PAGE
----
• Capital gains tax
    Capital gains tax is paid when an asset which has increased in value is taken out of or put into a trust. When assets are put into a trust, capital gains tax may have to be paid either by the person selling the asset to the trust or the person transferring the asset to the trust. When assets are taken out of a trust, the trustees usually have to pay the tax if they sell or transfer assets on behalf of the beneficiary and make a capital gain.
  • 10 yearly charge
    This is a complicated tax charge the trustees (or their legal representative) must calculate on each 10 year anniversary on all relevant property within the trust that exceeds the inheritance tax nil-rate band. It’s charged on the net value of any relevant property in the trust on the day before that anniversary. Net value is the value after deducting any debts and reliefs such as Business or Agricultural Relief.

The 7 Year Rule

If an individual dies within 7 years of making a gift into trust, inheritance tax may be due on the assets held within the trust if it exceeds the settlor’s nil-rate band. Inheritance tax is due on a sliding scale on gifts as follows:

Years Between Gift and Death

Tax Due

Less than 3










7 years+


This will be in addition to the 20% lifetime rate due on trusts where gifts into it count as a chargeable lifetime transfer, pushing the tax due up to the death rate.

The 14 Year Rule

With most PETs, there will be no inheritance tax to pay providing the gift-giver lives 7 years following the date of the gift. For CLTs, there will typically be no further IHT to pay other than the 20% lifetime charge providing the individual lives for 7 years after the date the gift is settled, also.

However, matters become more complicated when these two types of gift-giving have been combined before an individual passes away.

If an individual makes a CLT more than 7 years before their death and then a PET within 7 years of the initial CLT, then the earlier CLT may also be caught up for IHT calculation purposes. This potentially means gifts made to trusts within 14 years of death could be chargeable.


  • 2007: Jane makes a CLT to a trust of £100,000
  • 2013: Jane makes a PET of £250,000 to her son, John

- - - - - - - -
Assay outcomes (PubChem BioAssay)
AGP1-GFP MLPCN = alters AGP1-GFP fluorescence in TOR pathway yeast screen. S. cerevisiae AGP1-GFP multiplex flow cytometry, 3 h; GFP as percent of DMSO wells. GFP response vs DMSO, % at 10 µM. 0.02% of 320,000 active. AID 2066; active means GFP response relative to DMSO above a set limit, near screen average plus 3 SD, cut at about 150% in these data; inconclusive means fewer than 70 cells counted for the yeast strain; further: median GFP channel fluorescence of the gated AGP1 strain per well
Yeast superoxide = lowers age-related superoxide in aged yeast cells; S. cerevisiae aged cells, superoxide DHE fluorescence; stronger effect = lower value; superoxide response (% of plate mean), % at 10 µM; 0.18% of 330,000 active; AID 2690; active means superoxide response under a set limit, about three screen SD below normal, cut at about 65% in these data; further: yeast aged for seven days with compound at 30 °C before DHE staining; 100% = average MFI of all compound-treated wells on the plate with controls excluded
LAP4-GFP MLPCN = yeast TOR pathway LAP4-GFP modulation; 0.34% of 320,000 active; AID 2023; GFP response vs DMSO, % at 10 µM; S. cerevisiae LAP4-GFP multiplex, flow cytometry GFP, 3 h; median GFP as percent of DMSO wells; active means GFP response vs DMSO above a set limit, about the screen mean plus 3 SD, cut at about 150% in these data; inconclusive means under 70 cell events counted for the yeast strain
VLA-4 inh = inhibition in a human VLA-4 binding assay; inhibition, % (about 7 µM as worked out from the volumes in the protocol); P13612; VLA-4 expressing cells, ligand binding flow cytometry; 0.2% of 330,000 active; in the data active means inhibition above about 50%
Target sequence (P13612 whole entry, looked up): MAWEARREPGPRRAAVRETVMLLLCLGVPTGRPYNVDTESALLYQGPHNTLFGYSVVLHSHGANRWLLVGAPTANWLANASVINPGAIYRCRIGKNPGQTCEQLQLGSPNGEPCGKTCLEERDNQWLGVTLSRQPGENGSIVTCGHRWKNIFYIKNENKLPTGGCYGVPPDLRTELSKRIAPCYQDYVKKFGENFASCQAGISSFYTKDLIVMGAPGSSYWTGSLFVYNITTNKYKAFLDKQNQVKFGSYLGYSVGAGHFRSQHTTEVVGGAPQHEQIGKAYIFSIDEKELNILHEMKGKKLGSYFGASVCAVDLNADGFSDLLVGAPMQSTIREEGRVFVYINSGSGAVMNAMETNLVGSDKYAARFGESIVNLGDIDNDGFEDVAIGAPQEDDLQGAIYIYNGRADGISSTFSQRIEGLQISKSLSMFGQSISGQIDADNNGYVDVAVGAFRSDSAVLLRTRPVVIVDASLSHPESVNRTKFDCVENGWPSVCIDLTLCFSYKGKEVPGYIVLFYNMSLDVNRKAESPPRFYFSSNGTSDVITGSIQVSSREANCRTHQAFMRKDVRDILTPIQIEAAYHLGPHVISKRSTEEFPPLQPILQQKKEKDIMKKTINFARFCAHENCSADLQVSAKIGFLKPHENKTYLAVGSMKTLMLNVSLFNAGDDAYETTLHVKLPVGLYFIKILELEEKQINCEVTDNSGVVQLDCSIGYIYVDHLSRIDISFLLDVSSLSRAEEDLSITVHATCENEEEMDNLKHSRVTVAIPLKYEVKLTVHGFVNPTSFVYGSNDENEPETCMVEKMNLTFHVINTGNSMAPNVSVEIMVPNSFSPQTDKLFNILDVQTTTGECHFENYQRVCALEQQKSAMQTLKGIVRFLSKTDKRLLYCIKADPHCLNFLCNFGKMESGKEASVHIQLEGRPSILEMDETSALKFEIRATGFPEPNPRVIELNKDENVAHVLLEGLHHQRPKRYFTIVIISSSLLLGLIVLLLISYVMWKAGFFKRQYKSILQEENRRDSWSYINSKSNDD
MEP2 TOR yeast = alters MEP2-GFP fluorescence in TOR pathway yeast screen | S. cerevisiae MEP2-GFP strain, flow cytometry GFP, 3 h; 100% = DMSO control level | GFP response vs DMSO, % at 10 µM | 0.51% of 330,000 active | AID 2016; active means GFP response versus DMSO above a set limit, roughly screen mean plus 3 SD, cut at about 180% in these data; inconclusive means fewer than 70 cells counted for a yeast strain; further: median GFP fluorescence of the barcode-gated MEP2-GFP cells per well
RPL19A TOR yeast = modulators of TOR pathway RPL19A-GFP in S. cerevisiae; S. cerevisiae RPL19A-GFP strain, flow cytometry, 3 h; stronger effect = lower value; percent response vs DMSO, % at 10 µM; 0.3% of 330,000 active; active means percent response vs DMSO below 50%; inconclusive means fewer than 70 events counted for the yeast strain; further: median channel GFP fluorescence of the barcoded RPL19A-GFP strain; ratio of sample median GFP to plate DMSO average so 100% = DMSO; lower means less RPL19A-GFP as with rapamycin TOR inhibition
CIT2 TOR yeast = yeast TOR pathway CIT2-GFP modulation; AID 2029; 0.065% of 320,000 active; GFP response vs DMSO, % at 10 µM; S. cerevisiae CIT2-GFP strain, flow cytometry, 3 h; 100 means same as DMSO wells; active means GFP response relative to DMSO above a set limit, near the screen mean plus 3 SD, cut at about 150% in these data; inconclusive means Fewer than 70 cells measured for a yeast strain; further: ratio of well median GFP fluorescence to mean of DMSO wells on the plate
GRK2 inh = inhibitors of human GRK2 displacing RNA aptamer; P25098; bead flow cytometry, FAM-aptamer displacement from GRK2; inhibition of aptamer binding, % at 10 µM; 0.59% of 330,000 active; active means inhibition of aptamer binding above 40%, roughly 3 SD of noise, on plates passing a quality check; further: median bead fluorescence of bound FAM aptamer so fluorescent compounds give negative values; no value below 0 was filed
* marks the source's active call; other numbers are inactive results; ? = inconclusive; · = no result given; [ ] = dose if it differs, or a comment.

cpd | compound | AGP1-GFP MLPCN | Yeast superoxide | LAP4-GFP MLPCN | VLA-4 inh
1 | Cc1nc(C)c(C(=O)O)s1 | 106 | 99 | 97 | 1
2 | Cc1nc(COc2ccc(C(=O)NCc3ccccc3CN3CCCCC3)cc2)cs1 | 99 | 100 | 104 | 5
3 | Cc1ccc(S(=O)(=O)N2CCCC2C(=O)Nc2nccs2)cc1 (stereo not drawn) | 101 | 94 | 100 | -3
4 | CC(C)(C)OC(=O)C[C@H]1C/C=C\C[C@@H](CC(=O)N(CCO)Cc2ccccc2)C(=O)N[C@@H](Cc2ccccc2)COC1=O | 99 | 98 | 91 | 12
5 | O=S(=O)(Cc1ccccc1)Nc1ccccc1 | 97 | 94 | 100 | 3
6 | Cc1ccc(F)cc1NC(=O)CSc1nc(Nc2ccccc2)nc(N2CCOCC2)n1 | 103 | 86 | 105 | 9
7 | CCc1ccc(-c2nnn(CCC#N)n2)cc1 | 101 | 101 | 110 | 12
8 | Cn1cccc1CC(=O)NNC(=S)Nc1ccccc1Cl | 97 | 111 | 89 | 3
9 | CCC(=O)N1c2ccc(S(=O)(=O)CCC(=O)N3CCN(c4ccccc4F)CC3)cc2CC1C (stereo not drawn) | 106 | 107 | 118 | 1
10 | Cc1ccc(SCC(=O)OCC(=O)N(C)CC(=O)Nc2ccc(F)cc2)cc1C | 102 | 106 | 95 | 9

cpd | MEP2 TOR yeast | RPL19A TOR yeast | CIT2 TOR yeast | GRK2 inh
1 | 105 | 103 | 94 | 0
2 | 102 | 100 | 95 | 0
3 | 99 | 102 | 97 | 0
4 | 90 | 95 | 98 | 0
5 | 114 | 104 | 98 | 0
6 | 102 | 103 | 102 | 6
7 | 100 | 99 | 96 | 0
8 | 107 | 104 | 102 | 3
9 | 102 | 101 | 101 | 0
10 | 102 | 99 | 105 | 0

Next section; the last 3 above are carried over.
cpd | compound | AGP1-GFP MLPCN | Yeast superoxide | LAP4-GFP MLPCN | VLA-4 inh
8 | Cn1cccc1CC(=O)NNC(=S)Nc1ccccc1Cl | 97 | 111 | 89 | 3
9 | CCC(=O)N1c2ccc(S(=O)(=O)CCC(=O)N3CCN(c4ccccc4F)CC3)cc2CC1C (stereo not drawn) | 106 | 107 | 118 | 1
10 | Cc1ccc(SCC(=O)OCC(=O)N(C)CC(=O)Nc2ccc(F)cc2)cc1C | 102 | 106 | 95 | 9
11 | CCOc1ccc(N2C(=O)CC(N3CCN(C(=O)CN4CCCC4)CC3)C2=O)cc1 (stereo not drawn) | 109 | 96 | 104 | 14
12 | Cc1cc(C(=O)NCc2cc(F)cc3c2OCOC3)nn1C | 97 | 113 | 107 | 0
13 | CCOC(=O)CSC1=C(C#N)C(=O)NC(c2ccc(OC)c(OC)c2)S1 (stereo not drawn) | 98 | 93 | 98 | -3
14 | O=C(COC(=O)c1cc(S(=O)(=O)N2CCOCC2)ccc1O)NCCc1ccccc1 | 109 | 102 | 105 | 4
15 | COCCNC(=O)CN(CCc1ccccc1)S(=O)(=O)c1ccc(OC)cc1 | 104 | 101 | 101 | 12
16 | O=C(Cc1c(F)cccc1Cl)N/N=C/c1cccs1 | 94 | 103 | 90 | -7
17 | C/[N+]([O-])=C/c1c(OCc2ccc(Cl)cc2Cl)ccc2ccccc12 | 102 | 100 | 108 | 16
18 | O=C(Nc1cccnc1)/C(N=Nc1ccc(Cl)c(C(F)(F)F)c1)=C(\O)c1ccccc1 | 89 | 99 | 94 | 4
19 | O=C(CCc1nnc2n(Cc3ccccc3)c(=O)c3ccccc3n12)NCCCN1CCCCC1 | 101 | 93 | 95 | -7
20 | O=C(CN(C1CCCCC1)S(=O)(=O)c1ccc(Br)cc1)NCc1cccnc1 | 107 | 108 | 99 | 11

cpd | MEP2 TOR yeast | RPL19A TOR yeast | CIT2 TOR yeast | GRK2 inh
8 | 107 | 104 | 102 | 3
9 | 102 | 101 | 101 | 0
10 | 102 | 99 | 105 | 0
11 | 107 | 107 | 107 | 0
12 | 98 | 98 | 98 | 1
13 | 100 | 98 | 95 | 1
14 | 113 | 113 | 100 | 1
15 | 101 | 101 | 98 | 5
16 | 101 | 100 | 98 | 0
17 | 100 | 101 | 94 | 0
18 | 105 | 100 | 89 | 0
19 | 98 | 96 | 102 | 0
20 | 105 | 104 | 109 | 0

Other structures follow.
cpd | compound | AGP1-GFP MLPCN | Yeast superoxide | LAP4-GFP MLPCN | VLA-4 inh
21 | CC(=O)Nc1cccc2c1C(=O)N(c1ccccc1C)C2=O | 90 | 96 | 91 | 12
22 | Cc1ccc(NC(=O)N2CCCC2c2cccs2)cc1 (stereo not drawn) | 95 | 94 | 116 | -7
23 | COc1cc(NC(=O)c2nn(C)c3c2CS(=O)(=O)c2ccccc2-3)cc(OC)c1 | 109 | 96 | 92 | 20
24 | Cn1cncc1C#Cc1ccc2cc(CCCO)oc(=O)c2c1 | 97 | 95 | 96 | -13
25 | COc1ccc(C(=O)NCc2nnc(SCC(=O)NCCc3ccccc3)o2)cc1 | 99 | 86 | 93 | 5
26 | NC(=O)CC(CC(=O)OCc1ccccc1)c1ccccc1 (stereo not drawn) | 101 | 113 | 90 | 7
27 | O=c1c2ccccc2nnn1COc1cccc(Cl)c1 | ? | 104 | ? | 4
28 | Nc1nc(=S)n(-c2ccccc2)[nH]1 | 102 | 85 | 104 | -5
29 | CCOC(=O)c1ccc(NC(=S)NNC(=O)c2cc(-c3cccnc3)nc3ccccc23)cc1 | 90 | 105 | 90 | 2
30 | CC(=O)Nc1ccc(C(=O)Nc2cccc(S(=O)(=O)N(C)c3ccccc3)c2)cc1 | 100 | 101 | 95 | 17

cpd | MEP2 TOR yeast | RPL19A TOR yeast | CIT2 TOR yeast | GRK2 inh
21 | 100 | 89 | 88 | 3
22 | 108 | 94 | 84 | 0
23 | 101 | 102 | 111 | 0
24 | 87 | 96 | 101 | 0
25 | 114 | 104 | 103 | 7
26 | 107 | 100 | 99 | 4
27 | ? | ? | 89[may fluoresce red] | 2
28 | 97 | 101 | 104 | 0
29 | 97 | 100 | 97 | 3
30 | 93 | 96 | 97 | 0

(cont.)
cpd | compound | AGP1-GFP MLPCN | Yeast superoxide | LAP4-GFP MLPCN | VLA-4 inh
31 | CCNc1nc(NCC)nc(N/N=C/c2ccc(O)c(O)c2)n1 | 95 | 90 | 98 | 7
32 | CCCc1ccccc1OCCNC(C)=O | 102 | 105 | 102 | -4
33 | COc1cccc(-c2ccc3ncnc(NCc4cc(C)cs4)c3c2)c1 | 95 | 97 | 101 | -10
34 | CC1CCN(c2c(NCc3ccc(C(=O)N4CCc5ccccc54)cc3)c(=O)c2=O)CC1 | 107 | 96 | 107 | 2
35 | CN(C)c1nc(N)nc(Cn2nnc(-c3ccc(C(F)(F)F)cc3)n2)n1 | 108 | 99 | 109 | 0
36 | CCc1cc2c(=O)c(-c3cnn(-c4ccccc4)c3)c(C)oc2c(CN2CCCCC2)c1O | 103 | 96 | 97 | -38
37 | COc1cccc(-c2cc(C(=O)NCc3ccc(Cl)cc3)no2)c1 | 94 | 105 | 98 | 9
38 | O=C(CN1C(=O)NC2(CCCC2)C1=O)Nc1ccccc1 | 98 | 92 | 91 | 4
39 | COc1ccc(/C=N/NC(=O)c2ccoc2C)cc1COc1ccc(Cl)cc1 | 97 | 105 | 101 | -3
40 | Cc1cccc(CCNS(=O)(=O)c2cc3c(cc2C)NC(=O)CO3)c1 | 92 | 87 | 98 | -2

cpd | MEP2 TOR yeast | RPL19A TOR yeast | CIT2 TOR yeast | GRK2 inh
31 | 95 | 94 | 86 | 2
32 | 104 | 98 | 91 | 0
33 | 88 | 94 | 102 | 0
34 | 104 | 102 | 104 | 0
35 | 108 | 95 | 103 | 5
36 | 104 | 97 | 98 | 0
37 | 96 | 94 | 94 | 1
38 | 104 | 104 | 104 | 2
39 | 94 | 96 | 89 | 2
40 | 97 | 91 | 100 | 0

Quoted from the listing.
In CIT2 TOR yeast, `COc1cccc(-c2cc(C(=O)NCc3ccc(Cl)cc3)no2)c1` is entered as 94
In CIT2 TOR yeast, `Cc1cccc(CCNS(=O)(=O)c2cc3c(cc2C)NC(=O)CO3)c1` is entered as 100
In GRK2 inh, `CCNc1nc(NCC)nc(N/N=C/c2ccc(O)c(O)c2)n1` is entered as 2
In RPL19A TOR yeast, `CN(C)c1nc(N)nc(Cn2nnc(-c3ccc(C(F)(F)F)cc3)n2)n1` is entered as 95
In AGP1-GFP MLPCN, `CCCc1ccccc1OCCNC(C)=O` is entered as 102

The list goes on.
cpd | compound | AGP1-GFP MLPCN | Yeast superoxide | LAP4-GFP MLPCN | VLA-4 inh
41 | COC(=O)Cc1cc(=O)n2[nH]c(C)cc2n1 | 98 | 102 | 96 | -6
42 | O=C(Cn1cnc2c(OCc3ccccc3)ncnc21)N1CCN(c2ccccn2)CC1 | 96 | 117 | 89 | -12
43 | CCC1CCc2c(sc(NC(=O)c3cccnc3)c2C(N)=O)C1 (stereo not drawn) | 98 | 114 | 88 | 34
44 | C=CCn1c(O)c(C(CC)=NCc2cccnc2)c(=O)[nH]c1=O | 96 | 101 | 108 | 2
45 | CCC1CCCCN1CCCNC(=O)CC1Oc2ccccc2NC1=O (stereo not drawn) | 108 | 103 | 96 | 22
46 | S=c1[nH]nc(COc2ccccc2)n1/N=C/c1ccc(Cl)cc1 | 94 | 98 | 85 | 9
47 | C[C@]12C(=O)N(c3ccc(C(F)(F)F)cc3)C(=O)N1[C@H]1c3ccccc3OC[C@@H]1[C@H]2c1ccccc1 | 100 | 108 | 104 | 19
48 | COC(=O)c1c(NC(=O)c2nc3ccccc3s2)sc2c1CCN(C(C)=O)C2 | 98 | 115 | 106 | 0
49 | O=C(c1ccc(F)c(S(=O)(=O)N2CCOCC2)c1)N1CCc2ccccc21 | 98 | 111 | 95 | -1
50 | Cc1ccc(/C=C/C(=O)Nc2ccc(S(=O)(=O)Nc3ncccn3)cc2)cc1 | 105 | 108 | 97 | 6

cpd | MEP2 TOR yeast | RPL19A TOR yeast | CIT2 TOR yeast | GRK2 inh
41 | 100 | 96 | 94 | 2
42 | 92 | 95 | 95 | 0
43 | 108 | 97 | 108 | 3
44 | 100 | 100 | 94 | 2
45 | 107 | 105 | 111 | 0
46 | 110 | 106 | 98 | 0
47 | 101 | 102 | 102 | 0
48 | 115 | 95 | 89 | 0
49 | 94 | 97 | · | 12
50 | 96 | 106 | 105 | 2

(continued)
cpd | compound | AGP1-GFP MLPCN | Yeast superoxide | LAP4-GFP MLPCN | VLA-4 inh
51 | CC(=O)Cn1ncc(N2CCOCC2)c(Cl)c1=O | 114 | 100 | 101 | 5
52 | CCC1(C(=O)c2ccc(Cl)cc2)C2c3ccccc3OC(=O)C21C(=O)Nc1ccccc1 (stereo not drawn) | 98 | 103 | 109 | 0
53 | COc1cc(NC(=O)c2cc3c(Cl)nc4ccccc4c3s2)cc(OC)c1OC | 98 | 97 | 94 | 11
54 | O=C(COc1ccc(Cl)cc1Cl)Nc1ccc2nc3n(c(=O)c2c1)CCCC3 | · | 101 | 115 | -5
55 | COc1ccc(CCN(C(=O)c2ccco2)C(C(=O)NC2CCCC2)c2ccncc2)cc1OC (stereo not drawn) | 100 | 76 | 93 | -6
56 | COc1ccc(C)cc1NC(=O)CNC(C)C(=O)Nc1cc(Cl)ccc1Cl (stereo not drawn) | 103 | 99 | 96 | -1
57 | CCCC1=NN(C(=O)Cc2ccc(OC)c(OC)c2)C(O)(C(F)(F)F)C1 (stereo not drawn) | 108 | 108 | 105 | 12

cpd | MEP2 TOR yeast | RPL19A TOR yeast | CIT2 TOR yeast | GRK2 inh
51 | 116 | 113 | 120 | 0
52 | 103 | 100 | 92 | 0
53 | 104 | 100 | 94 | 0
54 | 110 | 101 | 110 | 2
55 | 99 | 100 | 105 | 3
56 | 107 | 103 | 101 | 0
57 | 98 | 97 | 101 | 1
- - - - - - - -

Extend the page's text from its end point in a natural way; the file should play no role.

• 2015: Jane dies.

While it would initially appear that the CLT, made 8 years before Jane’s death, would be excluded from IHT calculations, matters are complicated by the 2013 PET (note that regardless of the CLT, the PET fails as it was made within 7 years of Jane’s death).

To calculate the nil-rate band available to offset the PET, events in the 7 years prior to the PET must be considered.

In this instance, the £100,000 CLT reduces Jane’s available nil-rate band to £225,000, less than the failed PET she made in 2013.

Jane’s IHT bill on the failed PET would therefore be calculated as such:

  • Value of PET: £250,000
  • Less available nil-rate band: (£225,000)
  • IHT charged at 40% of £25,000: £10,000.

Inheritance tax would also be charged on any residual sums left in Jane’s estate, as all of her nil-rate band had been used by the failed PET.

Important Note
While a CLT made within 14 years of death may not create a liability at death in itself, it could nonetheless reduce the nil-rate band available to offset a subsequent PET where death follows within 7 years of the PET and 14 years of the initial CLT.

Need Inheritance Tax Advice?

Trusts are complicated business. As such, it’s highly recommended that you use an experienced, professional adviser to help you identify the most suitable trust arrangement for your needs and ensure that the trust is properly administered.

If you require expert advice then please do not hesitate to pop us a call on 02084327334 or email